i watch you watch my son, eyes never wavering as your course fingers play along the end cap of the aisle by the train table in the bookstore. i know everyone in this town, but i don't know you.
hi, there. what's your name?
g-g-george, fear strangles your voice.
my son call my name, and when i turn once more only an empty aisle greets me coldly.
the morning sports page crinkles as i run my finger along the box scores, warm lip of the coffee cup poised for a sip, when Dan pokes his head in...
i was out having beers with fred from down at the sheriff's department last night over at Millie's and he told me we got our first sex offender, here in this town. just registered. can you believe it? better keep and eye on the boy of yours.
indeed i will.
hey josh, remember that guy at the book store the other day?
look i don't want you talking to him.
i don't even know who you are talking about...
look, i said just say away from him.
seeing you stroll down the sidewalk in our neighborhood, as i am leaving for work, grey jogging pant, light, blue shirt untucked, you don't look at me but my eyes follow you the whole way. brakes squeal as i pull to the curb, your head swinging around but i am out the door and in your face before you can even...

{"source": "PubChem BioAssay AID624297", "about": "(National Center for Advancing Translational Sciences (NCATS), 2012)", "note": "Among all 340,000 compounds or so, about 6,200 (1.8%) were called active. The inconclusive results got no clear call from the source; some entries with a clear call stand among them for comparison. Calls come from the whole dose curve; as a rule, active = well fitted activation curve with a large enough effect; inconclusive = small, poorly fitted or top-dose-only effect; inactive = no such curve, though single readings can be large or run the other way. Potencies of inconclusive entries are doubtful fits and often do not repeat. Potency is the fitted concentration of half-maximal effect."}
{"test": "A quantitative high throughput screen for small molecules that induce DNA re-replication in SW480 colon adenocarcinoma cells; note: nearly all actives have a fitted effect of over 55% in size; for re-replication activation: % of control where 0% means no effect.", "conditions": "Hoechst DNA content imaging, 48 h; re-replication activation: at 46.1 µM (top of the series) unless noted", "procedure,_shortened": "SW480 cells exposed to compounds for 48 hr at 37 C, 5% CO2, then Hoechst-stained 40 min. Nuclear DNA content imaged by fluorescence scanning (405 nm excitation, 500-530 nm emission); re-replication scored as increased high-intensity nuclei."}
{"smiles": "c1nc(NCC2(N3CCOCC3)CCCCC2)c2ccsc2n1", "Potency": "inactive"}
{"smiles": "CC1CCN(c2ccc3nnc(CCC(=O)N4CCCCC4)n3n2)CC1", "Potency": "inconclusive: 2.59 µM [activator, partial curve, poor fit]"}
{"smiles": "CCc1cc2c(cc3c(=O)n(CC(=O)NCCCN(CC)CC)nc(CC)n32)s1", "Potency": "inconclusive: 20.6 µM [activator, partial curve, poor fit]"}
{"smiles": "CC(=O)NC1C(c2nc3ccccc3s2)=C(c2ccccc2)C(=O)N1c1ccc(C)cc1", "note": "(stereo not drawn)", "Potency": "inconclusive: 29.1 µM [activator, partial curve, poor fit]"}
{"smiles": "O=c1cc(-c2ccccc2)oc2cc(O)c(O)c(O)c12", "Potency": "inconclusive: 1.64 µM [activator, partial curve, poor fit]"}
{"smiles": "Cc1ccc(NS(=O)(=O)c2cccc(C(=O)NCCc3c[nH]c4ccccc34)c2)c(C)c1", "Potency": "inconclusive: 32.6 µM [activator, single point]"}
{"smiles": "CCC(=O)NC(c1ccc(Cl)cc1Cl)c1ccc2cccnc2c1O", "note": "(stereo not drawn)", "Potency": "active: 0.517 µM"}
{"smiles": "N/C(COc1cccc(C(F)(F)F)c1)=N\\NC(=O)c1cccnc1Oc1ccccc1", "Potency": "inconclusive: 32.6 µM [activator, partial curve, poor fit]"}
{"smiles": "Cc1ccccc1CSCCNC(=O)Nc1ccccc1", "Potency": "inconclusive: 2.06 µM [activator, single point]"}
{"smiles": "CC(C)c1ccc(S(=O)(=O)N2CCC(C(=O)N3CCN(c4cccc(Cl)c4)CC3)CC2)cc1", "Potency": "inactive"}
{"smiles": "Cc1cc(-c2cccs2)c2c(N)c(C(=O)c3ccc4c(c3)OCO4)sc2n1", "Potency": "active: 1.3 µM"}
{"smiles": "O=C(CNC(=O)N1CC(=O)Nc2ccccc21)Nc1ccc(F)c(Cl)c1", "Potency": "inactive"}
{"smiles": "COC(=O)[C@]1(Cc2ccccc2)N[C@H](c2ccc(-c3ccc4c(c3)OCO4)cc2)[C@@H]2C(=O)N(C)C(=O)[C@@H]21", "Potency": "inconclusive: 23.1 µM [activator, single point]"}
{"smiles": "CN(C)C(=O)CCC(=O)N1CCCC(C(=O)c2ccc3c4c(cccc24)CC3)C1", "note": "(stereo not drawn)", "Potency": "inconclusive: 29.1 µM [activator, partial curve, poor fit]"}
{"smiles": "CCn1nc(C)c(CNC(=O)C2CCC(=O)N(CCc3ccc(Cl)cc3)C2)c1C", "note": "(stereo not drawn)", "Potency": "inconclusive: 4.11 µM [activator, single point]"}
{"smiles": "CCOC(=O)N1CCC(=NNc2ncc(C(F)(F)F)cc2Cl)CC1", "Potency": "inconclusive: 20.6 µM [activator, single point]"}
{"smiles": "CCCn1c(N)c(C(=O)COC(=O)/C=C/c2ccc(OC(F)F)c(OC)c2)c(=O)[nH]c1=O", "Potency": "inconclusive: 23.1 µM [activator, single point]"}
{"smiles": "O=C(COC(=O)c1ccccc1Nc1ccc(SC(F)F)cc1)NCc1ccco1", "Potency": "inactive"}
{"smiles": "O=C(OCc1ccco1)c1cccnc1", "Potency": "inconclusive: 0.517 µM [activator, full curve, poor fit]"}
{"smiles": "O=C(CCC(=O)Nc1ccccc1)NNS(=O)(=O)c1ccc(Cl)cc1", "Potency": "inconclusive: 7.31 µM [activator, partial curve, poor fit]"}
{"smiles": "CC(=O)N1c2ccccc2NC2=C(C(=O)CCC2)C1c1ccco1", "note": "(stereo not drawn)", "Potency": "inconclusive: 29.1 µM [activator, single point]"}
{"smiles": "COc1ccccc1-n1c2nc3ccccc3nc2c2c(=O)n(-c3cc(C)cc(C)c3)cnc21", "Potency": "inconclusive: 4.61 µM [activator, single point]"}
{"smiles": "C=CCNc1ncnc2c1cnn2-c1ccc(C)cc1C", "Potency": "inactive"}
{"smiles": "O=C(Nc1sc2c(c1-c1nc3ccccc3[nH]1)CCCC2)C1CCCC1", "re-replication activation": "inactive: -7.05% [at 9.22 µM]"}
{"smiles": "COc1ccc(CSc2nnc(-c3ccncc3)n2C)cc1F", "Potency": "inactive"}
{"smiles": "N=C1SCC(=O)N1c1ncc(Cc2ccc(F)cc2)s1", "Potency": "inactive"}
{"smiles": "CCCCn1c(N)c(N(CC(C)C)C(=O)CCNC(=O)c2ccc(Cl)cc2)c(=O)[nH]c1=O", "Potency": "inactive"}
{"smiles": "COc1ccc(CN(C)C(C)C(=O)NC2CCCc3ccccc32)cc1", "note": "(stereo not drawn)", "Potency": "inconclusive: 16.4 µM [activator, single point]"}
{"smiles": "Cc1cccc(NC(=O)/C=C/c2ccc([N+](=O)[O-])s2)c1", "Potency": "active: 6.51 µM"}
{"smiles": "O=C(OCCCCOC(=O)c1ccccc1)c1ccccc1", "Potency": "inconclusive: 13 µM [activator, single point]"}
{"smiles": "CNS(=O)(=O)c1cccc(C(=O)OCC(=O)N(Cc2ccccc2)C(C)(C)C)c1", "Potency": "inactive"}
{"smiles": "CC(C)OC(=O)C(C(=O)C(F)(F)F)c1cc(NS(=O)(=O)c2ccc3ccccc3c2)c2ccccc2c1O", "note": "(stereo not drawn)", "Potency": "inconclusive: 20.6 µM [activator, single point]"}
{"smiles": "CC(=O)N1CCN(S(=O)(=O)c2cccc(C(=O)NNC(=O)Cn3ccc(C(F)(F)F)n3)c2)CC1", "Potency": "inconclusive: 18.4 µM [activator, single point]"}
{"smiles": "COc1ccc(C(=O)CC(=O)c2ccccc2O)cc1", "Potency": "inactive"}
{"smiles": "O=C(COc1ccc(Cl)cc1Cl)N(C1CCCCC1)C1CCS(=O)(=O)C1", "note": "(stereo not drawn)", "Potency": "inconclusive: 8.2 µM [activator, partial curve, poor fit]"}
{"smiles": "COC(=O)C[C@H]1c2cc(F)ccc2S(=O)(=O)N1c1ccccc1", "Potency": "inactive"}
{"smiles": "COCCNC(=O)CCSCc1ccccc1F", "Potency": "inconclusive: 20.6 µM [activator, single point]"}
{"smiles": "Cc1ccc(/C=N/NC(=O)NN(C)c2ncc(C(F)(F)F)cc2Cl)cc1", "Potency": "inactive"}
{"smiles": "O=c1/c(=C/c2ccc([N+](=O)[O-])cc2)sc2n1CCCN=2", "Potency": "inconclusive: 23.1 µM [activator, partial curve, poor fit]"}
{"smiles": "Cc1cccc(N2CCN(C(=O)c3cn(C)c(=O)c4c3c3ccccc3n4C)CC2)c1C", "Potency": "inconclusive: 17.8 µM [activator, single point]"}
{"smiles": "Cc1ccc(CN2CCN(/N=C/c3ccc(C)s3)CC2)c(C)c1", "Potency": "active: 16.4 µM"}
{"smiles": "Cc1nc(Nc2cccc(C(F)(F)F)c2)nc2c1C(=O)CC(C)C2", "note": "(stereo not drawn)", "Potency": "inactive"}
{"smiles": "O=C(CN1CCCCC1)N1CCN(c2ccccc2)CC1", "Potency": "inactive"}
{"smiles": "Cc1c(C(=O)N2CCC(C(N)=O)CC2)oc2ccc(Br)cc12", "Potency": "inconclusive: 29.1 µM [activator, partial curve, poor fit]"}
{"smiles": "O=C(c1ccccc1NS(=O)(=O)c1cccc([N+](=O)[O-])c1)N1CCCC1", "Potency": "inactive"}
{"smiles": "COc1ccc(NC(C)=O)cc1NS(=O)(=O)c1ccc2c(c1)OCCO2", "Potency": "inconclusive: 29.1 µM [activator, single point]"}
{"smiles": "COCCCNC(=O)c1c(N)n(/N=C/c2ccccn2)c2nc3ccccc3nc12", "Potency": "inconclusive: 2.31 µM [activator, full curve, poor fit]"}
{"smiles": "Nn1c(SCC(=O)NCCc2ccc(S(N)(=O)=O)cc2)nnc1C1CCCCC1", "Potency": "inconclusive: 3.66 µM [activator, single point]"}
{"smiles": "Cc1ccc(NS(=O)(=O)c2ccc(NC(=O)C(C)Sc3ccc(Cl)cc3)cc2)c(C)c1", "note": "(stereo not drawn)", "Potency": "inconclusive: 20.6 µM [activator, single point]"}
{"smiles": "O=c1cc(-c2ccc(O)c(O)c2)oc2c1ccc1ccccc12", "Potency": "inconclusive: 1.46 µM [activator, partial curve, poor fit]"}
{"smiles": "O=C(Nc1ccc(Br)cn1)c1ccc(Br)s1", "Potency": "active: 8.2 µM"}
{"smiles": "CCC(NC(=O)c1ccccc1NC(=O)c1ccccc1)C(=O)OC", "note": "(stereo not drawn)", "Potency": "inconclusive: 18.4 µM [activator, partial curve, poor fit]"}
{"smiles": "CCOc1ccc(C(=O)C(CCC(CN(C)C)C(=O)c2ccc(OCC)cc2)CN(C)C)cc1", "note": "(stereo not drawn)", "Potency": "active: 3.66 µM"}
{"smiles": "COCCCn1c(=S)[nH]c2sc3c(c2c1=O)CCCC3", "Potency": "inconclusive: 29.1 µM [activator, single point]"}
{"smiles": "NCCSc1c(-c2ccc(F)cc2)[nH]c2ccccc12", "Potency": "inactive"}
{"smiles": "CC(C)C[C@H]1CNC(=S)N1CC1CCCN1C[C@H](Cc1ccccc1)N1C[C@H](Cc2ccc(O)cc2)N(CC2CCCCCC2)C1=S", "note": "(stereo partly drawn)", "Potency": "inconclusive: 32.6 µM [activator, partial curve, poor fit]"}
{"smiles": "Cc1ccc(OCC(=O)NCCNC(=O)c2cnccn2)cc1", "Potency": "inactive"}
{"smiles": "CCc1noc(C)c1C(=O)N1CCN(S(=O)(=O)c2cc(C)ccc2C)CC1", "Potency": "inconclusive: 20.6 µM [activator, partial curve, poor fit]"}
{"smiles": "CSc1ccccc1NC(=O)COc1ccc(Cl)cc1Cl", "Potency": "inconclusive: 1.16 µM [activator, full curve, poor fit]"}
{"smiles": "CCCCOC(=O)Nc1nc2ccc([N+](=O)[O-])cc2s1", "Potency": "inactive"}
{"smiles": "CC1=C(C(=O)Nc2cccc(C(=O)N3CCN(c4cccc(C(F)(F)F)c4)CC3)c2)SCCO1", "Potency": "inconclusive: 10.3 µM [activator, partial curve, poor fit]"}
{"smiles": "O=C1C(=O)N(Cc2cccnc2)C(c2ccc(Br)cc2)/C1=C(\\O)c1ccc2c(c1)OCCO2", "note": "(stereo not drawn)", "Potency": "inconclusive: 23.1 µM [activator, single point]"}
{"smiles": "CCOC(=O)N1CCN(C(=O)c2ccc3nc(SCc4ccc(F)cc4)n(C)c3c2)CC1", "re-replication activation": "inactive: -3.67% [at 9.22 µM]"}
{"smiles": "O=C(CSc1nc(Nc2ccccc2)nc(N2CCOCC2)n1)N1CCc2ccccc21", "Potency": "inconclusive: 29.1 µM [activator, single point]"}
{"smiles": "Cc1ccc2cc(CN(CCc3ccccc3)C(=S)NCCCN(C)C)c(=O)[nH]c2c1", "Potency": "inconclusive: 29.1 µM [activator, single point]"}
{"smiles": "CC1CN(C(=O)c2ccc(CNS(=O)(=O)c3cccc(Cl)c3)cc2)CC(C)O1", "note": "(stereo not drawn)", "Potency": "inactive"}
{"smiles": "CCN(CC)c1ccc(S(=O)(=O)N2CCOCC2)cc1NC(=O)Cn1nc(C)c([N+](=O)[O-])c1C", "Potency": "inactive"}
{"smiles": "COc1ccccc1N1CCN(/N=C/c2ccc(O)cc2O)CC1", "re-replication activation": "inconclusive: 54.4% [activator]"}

you need to stay off this street! if i ever see you here again, i won't even bother calling the cops. do you understand!
you just stare at me, no words, no motion to leave, just the twitch of your finger against the course fabric of your sweat pants.
watching you lope back in the direction you came, my eyes fall on the green and white swing set in my neighbor's yard. my shoulder ratchet tight in the crisp morning air.
you work at the movie theatre, sweeping popcorn from between the seats after each show, pushing your grey plastic trashcan from shadow to shadow.
fresh blood, bright and red traces down the leg of josh's jeans, you pushing the bike along behind him and i...i...i hear his voice screaming, his little hands tugging at me, but it is all lost in the wet sound of my fist against your face and the hollow rebound you head makes against the asphalt. it feels warm spattering against me, running red rivulets of tears.
i don't stop until you are not longer moving, not even twitching, just pulp. it is then that they find me and call the cops.
so, you killed him because you thought he hurt your son?
and he was a sex offender?
at what point, did you realise that both these assumptions were false?
i can't answer, i know i am guilty. i know i will go to jail. i know my son is still out there, and so is that man, and now i can't protect him.
This fictional piece is for Tenth Daughter of Memory.